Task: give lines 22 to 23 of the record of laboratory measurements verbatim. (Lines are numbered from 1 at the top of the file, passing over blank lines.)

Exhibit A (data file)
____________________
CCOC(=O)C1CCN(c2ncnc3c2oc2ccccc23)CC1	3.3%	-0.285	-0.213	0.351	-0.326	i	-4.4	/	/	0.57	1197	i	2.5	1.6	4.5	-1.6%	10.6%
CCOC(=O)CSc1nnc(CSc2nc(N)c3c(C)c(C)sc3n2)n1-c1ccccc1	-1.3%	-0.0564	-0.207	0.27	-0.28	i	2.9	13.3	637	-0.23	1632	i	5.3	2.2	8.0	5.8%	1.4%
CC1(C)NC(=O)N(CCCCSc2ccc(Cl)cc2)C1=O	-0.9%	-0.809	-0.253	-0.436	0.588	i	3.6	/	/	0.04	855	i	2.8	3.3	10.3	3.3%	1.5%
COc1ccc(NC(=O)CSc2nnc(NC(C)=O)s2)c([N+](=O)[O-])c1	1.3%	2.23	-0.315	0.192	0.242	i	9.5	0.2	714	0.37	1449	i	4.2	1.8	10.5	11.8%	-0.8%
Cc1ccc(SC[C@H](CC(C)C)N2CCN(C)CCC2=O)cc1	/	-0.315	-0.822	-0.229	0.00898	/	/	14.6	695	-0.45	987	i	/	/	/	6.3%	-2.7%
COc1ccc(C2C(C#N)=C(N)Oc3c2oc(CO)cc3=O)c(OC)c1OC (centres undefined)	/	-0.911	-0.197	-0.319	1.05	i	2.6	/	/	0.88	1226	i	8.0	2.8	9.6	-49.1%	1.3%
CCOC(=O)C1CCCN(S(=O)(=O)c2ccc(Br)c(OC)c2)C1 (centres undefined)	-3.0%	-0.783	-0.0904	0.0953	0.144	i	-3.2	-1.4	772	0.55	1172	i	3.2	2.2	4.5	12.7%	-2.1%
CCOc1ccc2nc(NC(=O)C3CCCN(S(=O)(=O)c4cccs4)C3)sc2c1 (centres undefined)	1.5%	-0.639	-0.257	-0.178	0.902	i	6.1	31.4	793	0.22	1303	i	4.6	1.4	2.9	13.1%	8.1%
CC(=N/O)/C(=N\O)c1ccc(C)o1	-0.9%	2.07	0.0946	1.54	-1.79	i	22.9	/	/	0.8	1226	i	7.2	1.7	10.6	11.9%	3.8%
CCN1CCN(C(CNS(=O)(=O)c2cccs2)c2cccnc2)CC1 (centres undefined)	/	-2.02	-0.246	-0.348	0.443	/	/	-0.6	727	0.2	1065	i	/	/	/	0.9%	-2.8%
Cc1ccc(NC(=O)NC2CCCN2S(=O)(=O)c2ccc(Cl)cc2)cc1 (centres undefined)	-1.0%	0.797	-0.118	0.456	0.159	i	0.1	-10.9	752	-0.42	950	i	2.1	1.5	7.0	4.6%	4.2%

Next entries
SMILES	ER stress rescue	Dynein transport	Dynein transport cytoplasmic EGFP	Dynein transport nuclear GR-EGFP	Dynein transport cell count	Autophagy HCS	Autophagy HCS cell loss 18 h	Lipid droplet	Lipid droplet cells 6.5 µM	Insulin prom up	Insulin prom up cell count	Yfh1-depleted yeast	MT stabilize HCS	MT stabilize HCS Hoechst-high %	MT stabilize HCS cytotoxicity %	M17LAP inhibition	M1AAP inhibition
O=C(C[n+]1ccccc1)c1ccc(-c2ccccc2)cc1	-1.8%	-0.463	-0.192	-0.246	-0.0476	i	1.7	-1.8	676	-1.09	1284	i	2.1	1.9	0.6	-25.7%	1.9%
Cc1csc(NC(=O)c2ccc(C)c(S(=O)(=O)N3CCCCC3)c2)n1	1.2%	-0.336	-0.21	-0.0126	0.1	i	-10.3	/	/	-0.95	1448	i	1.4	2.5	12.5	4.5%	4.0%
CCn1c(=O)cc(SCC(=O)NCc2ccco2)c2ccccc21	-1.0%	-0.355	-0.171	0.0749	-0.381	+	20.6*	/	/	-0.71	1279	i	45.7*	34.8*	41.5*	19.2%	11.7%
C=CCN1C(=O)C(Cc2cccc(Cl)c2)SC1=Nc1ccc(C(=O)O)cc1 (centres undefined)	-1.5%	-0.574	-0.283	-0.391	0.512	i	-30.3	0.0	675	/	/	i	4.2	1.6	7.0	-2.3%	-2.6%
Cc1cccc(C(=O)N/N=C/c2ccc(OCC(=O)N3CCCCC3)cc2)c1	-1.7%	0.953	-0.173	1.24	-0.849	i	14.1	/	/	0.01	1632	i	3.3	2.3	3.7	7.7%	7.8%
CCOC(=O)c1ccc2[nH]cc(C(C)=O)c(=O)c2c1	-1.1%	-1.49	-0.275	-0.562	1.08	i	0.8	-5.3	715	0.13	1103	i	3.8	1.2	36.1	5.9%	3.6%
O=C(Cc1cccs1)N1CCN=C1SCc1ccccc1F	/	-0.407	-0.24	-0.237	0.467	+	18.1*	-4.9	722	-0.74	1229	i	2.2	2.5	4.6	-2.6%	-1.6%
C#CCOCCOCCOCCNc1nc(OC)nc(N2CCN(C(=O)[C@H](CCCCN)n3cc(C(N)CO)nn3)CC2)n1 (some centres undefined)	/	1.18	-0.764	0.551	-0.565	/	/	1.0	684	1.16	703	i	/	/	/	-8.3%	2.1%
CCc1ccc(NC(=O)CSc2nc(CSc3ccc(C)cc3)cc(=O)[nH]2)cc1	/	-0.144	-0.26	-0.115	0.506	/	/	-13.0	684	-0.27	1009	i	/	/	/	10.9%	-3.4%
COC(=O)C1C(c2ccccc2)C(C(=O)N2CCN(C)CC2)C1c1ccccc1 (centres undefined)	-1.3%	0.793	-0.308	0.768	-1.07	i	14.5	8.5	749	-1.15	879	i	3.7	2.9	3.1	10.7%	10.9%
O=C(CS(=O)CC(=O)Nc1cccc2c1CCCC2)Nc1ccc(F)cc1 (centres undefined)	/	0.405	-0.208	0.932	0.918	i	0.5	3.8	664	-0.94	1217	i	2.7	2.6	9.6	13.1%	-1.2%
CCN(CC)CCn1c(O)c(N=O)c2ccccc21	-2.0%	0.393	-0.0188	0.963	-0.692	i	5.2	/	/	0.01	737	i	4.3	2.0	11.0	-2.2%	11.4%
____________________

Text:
CCc1ccc(NC(=O)CSc2nc(CSc3ccc(C)cc3)cc(=O)[nH]2)cc1	/	-0.144	-0.26	-0.115	0.506	/	/	-13.0	684	-0.27	1009	i	/	/	/	10.9%	-3.4%
COC(=O)C1C(c2ccccc2)C(C(=O)N2CCN(C)CC2)C1c1ccccc1 (centres undefined)	-1.3%	0.793	-0.308	0.768	-1.07	i	14.5	8.5	749	-1.15	879	i	3.7	2.9	3.1	10.7%	10.9%